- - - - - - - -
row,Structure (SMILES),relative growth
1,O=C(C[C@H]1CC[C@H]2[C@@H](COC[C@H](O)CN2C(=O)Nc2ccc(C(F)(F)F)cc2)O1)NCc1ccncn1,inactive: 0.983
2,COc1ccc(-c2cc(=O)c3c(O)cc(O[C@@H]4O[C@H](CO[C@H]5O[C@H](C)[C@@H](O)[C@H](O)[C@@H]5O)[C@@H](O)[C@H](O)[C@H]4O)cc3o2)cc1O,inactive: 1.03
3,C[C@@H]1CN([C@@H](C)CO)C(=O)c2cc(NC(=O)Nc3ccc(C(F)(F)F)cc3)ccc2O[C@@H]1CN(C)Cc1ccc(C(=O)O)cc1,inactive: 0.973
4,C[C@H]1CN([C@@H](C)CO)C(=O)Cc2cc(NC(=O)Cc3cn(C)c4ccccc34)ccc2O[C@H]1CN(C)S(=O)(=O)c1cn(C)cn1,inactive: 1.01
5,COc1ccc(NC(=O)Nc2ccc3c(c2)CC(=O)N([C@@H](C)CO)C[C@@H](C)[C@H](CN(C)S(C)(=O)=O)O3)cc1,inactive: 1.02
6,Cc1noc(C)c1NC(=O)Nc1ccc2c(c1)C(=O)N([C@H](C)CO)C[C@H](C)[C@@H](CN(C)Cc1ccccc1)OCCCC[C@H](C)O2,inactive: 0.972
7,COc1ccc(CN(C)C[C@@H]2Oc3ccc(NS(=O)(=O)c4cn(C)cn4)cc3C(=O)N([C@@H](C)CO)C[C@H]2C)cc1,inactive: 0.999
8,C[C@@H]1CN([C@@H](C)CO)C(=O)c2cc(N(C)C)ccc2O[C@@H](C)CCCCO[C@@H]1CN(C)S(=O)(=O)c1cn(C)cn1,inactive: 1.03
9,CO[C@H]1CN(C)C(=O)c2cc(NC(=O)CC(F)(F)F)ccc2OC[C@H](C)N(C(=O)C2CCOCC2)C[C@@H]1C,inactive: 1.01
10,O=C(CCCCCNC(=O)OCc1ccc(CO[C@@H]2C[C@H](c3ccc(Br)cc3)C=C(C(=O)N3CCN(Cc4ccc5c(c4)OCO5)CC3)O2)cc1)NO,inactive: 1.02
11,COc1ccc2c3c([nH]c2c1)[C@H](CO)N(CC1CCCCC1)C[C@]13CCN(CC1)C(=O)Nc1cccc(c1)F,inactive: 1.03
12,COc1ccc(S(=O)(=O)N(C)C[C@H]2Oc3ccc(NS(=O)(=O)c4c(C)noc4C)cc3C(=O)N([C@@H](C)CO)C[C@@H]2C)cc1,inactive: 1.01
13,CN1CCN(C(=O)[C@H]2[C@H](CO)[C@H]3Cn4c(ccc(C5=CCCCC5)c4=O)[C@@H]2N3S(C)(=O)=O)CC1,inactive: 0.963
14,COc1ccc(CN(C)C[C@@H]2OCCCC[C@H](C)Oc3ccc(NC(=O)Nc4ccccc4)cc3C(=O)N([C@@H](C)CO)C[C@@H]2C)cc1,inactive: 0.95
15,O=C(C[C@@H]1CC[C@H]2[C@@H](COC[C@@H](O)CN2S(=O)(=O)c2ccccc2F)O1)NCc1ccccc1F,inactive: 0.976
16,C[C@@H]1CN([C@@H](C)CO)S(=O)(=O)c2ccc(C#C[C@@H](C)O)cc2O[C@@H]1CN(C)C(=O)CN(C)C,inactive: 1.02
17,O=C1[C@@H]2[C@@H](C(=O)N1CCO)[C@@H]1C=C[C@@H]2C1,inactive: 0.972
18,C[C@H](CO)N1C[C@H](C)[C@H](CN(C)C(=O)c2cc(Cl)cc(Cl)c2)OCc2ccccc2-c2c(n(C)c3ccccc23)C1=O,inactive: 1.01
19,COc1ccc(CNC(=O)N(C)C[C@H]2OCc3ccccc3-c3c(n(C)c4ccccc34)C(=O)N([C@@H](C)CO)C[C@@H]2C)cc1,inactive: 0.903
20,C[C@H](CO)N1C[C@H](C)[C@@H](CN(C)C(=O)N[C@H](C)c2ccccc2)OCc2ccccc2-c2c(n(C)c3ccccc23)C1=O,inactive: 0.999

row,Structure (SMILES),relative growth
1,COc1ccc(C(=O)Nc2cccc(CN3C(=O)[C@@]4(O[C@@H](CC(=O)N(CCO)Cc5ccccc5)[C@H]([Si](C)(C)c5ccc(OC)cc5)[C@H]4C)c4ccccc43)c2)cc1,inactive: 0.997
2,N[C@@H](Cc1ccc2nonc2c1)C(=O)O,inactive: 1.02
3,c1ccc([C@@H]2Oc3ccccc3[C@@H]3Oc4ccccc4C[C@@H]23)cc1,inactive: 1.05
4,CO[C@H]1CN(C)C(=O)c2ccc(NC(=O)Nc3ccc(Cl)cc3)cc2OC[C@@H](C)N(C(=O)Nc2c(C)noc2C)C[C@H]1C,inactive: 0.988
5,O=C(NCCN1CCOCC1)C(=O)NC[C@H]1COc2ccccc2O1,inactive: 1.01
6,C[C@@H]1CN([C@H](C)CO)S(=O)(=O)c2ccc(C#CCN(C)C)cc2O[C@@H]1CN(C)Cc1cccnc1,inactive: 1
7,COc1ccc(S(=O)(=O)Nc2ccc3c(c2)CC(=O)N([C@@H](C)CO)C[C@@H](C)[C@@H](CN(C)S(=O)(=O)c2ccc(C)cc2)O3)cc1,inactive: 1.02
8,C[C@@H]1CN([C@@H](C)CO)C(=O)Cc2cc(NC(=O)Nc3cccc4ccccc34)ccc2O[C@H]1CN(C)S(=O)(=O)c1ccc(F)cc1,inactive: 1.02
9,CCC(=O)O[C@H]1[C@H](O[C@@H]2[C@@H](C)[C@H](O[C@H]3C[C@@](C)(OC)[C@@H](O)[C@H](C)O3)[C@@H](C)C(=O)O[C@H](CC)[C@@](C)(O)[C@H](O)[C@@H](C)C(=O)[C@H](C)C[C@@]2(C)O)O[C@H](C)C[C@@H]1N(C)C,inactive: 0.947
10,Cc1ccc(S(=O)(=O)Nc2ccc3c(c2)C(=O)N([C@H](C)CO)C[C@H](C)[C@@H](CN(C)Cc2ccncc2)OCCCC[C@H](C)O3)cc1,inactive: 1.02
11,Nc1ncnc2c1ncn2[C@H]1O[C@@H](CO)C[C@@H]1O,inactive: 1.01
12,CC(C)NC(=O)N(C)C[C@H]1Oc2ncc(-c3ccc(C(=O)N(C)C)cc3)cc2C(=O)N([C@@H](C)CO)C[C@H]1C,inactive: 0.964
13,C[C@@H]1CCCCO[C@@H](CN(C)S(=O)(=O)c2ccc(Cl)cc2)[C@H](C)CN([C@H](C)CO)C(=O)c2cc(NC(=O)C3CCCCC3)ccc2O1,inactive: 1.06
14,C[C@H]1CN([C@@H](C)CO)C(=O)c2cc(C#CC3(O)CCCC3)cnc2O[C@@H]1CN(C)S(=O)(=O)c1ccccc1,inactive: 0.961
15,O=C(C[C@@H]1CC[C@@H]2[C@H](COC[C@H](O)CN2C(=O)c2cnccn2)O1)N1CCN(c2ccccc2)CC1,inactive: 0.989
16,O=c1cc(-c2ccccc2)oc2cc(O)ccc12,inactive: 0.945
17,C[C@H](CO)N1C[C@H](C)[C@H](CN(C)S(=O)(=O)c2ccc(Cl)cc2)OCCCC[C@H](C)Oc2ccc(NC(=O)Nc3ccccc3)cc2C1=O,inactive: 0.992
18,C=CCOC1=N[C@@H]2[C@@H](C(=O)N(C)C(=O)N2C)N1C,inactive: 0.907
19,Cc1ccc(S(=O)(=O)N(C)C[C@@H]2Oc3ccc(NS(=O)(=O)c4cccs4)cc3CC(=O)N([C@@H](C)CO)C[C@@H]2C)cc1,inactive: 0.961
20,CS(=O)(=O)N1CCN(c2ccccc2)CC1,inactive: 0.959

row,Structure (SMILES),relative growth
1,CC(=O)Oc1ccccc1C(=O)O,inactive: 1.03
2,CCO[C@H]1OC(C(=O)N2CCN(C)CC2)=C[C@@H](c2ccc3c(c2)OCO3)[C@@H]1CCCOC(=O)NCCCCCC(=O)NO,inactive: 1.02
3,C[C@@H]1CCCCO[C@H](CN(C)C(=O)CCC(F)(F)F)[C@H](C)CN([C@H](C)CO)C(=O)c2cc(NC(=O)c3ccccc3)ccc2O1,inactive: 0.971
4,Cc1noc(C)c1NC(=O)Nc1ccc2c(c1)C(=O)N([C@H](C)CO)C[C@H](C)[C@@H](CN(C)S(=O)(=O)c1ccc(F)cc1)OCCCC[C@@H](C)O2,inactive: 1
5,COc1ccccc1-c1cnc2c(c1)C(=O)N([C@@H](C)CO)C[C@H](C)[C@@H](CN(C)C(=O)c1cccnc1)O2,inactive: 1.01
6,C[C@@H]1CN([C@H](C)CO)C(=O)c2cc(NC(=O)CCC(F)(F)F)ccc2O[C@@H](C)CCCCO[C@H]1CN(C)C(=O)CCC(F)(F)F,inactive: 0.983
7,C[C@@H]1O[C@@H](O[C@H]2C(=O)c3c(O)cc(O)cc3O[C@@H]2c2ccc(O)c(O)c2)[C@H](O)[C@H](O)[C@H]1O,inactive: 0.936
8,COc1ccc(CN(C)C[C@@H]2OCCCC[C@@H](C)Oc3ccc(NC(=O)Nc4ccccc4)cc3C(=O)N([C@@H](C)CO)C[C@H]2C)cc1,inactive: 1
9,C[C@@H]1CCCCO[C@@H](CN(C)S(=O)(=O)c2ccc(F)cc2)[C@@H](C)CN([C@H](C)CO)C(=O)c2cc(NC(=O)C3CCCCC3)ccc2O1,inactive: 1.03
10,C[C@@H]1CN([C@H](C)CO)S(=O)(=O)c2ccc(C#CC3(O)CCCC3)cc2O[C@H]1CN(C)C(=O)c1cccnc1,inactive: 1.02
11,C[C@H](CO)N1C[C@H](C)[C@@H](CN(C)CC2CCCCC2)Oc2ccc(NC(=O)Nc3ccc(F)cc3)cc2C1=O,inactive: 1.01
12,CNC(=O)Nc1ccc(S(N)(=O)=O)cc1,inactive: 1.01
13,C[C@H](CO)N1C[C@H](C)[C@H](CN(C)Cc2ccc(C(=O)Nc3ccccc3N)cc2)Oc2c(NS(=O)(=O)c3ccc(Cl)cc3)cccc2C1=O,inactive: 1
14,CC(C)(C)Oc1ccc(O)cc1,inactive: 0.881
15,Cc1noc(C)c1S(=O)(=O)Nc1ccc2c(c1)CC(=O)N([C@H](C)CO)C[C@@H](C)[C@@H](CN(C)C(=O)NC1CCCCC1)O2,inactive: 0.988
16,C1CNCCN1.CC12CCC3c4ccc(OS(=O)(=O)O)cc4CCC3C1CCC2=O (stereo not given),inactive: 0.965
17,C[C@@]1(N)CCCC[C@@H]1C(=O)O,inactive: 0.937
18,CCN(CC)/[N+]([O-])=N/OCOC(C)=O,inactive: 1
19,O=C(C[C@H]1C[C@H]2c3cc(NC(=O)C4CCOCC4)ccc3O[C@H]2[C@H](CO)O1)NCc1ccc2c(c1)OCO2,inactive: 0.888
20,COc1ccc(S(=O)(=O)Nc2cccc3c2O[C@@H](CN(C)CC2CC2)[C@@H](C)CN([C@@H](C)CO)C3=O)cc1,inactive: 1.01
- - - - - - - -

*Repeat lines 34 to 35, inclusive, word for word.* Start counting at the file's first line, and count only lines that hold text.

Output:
12,CC(C)NC(=O)N(C)C[C@H]1Oc2ncc(-c3ccc(C(=O)N(C)C)cc3)cc2C(=O)N([C@@H](C)CO)C[C@H]1C,inactive: 0.964
13,C[C@@H]1CCCCO[C@@H](CN(C)S(=O)(=O)c2ccc(Cl)cc2)[C@H](C)CN([C@H](C)CO)C(=O)c2cc(NC(=O)C3CCCCC3)ccc2O1,inactive: 1.06